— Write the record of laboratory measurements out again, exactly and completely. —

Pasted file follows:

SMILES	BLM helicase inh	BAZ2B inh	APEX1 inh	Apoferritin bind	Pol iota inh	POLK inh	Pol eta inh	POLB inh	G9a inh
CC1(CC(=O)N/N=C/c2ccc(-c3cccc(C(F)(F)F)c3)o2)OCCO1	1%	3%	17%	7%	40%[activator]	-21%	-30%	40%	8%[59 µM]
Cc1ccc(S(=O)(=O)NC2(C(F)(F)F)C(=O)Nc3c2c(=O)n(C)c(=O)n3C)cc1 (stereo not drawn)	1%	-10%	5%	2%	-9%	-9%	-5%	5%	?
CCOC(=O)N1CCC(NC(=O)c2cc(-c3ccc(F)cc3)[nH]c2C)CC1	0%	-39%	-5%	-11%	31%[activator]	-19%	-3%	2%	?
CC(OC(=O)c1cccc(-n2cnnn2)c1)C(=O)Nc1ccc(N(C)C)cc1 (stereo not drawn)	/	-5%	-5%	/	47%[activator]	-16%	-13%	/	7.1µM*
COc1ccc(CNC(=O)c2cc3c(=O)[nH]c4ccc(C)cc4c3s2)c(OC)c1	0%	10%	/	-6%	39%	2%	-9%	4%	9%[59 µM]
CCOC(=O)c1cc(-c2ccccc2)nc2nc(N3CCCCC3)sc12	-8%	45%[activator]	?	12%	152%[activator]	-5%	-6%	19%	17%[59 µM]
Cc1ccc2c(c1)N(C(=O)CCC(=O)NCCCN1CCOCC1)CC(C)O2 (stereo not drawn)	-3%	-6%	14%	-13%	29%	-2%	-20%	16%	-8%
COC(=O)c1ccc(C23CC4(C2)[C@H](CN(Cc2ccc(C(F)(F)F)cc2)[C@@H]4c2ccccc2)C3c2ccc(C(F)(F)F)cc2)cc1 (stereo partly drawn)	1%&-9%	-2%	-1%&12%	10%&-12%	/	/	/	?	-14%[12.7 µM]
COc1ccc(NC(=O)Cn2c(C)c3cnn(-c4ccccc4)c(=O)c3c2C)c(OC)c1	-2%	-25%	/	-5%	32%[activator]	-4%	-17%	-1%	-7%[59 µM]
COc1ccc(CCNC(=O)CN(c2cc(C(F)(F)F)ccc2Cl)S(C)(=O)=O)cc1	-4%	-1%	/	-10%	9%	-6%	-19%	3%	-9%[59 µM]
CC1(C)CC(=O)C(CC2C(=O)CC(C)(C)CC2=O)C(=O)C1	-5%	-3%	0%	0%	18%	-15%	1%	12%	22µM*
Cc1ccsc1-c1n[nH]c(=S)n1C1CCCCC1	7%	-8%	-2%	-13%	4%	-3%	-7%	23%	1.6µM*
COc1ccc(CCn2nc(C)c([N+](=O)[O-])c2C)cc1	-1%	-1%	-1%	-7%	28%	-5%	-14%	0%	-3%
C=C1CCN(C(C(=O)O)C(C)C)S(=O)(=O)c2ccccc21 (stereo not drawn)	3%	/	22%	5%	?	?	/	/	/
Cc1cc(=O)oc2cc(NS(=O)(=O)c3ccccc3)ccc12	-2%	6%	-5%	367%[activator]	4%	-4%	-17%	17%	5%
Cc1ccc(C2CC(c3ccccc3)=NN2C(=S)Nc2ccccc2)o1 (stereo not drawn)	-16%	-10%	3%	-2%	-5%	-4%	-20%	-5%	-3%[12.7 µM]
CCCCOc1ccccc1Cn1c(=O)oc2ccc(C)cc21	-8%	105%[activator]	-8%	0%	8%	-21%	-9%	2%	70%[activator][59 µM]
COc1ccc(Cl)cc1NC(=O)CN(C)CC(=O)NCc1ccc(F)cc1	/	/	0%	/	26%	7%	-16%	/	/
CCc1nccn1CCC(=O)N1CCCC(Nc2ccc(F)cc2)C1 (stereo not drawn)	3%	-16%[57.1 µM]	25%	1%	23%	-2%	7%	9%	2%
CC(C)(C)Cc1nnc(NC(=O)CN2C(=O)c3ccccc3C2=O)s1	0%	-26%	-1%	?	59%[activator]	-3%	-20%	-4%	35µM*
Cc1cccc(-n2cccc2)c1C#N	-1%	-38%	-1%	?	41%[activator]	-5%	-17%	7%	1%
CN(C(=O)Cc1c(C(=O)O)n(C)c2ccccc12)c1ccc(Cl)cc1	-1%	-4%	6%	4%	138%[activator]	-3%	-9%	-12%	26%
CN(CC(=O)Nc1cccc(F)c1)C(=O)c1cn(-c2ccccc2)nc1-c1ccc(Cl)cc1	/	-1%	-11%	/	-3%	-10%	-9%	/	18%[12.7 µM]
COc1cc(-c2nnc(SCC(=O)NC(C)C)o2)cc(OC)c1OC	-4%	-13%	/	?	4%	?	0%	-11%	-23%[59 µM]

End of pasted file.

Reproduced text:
SMILES	BLM helicase inh	BAZ2B inh	APEX1 inh	Apoferritin bind	Pol iota inh	POLK inh	Pol eta inh	POLB inh	G9a inh
CC1(CC(=O)N/N=C/c2ccc(-c3cccc(C(F)(F)F)c3)o2)OCCO1	1%	3%	17%	7%	40%[activator]	-21%	-30%	40%	8%[59 µM]
Cc1ccc(S(=O)(=O)NC2(C(F)(F)F)C(=O)Nc3c2c(=O)n(C)c(=O)n3C)cc1 (stereo not drawn)	1%	-10%	5%	2%	-9%	-9%	-5%	5%	?
CCOC(=O)N1CCC(NC(=O)c2cc(-c3ccc(F)cc3)[nH]c2C)CC1	0%	-39%	-5%	-11%	31%[activator]	-19%	-3%	2%	?
CC(OC(=O)c1cccc(-n2cnnn2)c1)C(=O)Nc1ccc(N(C)C)cc1 (stereo not drawn)	/	-5%	-5%	/	47%[activator]	-16%	-13%	/	7.1µM*
COc1ccc(CNC(=O)c2cc3c(=O)[nH]c4ccc(C)cc4c3s2)c(OC)c1	0%	10%	/	-6%	39%	2%	-9%	4%	9%[59 µM]
CCOC(=O)c1cc(-c2ccccc2)nc2nc(N3CCCCC3)sc12	-8%	45%[activator]	?	12%	152%[activator]	-5%	-6%	19%	17%[59 µM]
Cc1ccc2c(c1)N(C(=O)CCC(=O)NCCCN1CCOCC1)CC(C)O2 (stereo not drawn)	-3%	-6%	14%	-13%	29%	-2%	-20%	16%	-8%
COC(=O)c1ccc(C23CC4(C2)[C@H](CN(Cc2ccc(C(F)(F)F)cc2)[C@@H]4c2ccccc2)C3c2ccc(C(F)(F)F)cc2)cc1 (stereo partly drawn)	1%&-9%	-2%	-1%&12%	10%&-12%	/	/	/	?	-14%[12.7 µM]
COc1ccc(NC(=O)Cn2c(C)c3cnn(-c4ccccc4)c(=O)c3c2C)c(OC)c1	-2%	-25%	/	-5%	32%[activator]	-4%	-17%	-1%	-7%[59 µM]
COc1ccc(CCNC(=O)CN(c2cc(C(F)(F)F)ccc2Cl)S(C)(=O)=O)cc1	-4%	-1%	/	-10%	9%	-6%	-19%	3%	-9%[59 µM]
CC1(C)CC(=O)C(CC2C(=O)CC(C)(C)CC2=O)C(=O)C1	-5%	-3%	0%	0%	18%	-15%	1%	12%	22µM*
Cc1ccsc1-c1n[nH]c(=S)n1C1CCCCC1	7%	-8%	-2%	-13%	4%	-3%	-7%	23%	1.6µM*
COc1ccc(CCn2nc(C)c([N+](=O)[O-])c2C)cc1	-1%	-1%	-1%	-7%	28%	-5%	-14%	0%	-3%
C=C1CCN(C(C(=O)O)C(C)C)S(=O)(=O)c2ccccc21 (stereo not drawn)	3%	/	22%	5%	?	?	/	/	/
Cc1cc(=O)oc2cc(NS(=O)(=O)c3ccccc3)ccc12	-2%	6%	-5%	367%[activator]	4%	-4%	-17%	17%	5%
Cc1ccc(C2CC(c3ccccc3)=NN2C(=S)Nc2ccccc2)o1 (stereo not drawn)	-16%	-10%	3%	-2%	-5%	-4%	-20%	-5%	-3%[12.7 µM]
CCCCOc1ccccc1Cn1c(=O)oc2ccc(C)cc21	-8%	105%[activator]	-8%	0%	8%	-21%	-9%	2%	70%[activator][59 µM]
COc1ccc(Cl)cc1NC(=O)CN(C)CC(=O)NCc1ccc(F)cc1	/	/	0%	/	26%	7%	-16%	/	/
CCc1nccn1CCC(=O)N1CCCC(Nc2ccc(F)cc2)C1 (stereo not drawn)	3%	-16%[57.1 µM]	25%	1%	23%	-2%	7%	9%	2%
CC(C)(C)Cc1nnc(NC(=O)CN2C(=O)c3ccccc3C2=O)s1	0%	-26%	-1%	?	59%[activator]	-3%	-20%	-4%	35µM*
Cc1cccc(-n2cccc2)c1C#N	-1%	-38%	-1%	?	41%[activator]	-5%	-17%	7%	1%
CN(C(=O)Cc1c(C(=O)O)n(C)c2ccccc12)c1ccc(Cl)cc1	-1%	-4%	6%	4%	138%[activator]	-3%	-9%	-12%	26%
CN(CC(=O)Nc1cccc(F)c1)C(=O)c1cn(-c2ccccc2)nc1-c1ccc(Cl)cc1	/	-1%	-11%	/	-3%	-10%	-9%	/	18%[12.7 µM]
COc1cc(-c2nnc(SCC(=O)NC(C)C)o2)cc(OC)c1OC	-4%	-13%	/	?	4%	?	0%	-11%	-23%[59 µM]